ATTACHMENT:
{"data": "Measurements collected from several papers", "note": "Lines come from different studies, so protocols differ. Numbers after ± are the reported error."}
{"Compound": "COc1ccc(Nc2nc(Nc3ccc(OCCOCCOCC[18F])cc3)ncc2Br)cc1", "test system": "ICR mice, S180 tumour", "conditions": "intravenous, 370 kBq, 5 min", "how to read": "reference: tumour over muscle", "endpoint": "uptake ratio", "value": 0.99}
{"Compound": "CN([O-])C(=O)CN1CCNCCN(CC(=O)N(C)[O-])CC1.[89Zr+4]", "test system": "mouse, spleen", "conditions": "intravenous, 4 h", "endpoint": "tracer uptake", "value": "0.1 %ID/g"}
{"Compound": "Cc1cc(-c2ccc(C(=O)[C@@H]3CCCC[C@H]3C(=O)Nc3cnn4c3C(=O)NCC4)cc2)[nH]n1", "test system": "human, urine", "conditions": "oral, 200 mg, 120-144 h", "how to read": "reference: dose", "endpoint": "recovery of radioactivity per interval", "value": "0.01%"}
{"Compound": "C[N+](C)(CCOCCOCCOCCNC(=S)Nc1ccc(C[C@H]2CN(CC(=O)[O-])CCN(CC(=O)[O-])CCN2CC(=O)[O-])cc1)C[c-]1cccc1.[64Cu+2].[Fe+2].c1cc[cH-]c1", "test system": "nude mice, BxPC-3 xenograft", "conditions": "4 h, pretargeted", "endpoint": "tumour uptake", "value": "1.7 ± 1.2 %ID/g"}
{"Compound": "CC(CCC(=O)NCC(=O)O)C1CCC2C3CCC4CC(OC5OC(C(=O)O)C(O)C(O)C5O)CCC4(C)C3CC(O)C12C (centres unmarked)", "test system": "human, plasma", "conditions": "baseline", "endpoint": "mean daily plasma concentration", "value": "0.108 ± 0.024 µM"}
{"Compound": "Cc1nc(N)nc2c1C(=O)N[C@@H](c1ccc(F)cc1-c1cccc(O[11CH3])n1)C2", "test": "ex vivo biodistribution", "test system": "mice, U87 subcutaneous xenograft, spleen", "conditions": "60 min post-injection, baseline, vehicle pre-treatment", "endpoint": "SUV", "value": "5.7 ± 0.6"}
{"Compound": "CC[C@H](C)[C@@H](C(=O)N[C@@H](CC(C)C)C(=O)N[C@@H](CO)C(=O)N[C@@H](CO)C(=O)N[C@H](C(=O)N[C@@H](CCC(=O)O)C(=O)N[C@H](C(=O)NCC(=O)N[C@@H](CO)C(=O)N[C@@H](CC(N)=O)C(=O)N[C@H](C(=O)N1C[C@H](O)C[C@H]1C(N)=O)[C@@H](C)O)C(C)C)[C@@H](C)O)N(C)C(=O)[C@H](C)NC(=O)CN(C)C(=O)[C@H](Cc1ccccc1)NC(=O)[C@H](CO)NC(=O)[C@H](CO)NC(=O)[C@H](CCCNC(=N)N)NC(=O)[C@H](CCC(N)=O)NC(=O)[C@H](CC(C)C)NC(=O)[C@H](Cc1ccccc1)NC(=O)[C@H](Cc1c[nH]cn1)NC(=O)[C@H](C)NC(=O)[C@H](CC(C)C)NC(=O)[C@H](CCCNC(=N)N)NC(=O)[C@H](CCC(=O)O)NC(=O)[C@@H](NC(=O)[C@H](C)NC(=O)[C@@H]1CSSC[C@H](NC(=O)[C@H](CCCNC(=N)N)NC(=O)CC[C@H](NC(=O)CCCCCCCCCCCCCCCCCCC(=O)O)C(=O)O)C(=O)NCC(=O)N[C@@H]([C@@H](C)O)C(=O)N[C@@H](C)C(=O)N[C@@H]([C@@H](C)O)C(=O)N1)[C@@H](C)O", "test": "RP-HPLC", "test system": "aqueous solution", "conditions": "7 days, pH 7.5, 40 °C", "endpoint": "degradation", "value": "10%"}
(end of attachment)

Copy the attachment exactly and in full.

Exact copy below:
{"data": "Measurements collected from several papers", "note": "Lines come from different studies, so protocols differ. Numbers after ± are the reported error."}
{"Compound": "COc1ccc(Nc2nc(Nc3ccc(OCCOCCOCC[18F])cc3)ncc2Br)cc1", "test system": "ICR mice, S180 tumour", "conditions": "intravenous, 370 kBq, 5 min", "how to read": "reference: tumour over muscle", "endpoint": "uptake ratio", "value": 0.99}
{"Compound": "CN([O-])C(=O)CN1CCNCCN(CC(=O)N(C)[O-])CC1.[89Zr+4]", "test system": "mouse, spleen", "conditions": "intravenous, 4 h", "endpoint": "tracer uptake", "value": "0.1 %ID/g"}
{"Compound": "Cc1cc(-c2ccc(C(=O)[C@@H]3CCCC[C@H]3C(=O)Nc3cnn4c3C(=O)NCC4)cc2)[nH]n1", "test system": "human, urine", "conditions": "oral, 200 mg, 120-144 h", "how to read": "reference: dose", "endpoint": "recovery of radioactivity per interval", "value": "0.01%"}
{"Compound": "C[N+](C)(CCOCCOCCOCCNC(=S)Nc1ccc(C[C@H]2CN(CC(=O)[O-])CCN(CC(=O)[O-])CCN2CC(=O)[O-])cc1)C[c-]1cccc1.[64Cu+2].[Fe+2].c1cc[cH-]c1", "test system": "nude mice, BxPC-3 xenograft", "conditions": "4 h, pretargeted", "endpoint": "tumour uptake", "value": "1.7 ± 1.2 %ID/g"}
{"Compound": "CC(CCC(=O)NCC(=O)O)C1CCC2C3CCC4CC(OC5OC(C(=O)O)C(O)C(O)C5O)CCC4(C)C3CC(O)C12C (centres unmarked)", "test system": "human, plasma", "conditions": "baseline", "endpoint": "mean daily plasma concentration", "value": "0.108 ± 0.024 µM"}
{"Compound": "Cc1nc(N)nc2c1C(=O)N[C@@H](c1ccc(F)cc1-c1cccc(O[11CH3])n1)C2", "test": "ex vivo biodistribution", "test system": "mice, U87 subcutaneous xenograft, spleen", "conditions": "60 min post-injection, baseline, vehicle pre-treatment", "endpoint": "SUV", "value": "5.7 ± 0.6"}
{"Compound": "CC[C@H](C)[C@@H](C(=O)N[C@@H](CC(C)C)C(=O)N[C@@H](CO)C(=O)N[C@@H](CO)C(=O)N[C@H](C(=O)N[C@@H](CCC(=O)O)C(=O)N[C@H](C(=O)NCC(=O)N[C@@H](CO)C(=O)N[C@@H](CC(N)=O)C(=O)N[C@H](C(=O)N1C[C@H](O)C[C@H]1C(N)=O)[C@@H](C)O)C(C)C)[C@@H](C)O)N(C)C(=O)[C@H](C)NC(=O)CN(C)C(=O)[C@H](Cc1ccccc1)NC(=O)[C@H](CO)NC(=O)[C@H](CO)NC(=O)[C@H](CCCNC(=N)N)NC(=O)[C@H](CCC(N)=O)NC(=O)[C@H](CC(C)C)NC(=O)[C@H](Cc1ccccc1)NC(=O)[C@H](Cc1c[nH]cn1)NC(=O)[C@H](C)NC(=O)[C@H](CC(C)C)NC(=O)[C@H](CCCNC(=N)N)NC(=O)[C@H](CCC(=O)O)NC(=O)[C@@H](NC(=O)[C@H](C)NC(=O)[C@@H]1CSSC[C@H](NC(=O)[C@H](CCCNC(=N)N)NC(=O)CC[C@H](NC(=O)CCCCCCCCCCCCCCCCCCC(=O)O)C(=O)O)C(=O)NCC(=O)N[C@@H]([C@@H](C)O)C(=O)N[C@@H](C)C(=O)N[C@@H]([C@@H](C)O)C(=O)N1)[C@@H](C)O", "test": "RP-HPLC", "test system": "aqueous solution", "conditions": "7 days, pH 7.5, 40 °C", "endpoint": "degradation", "value": "10%"}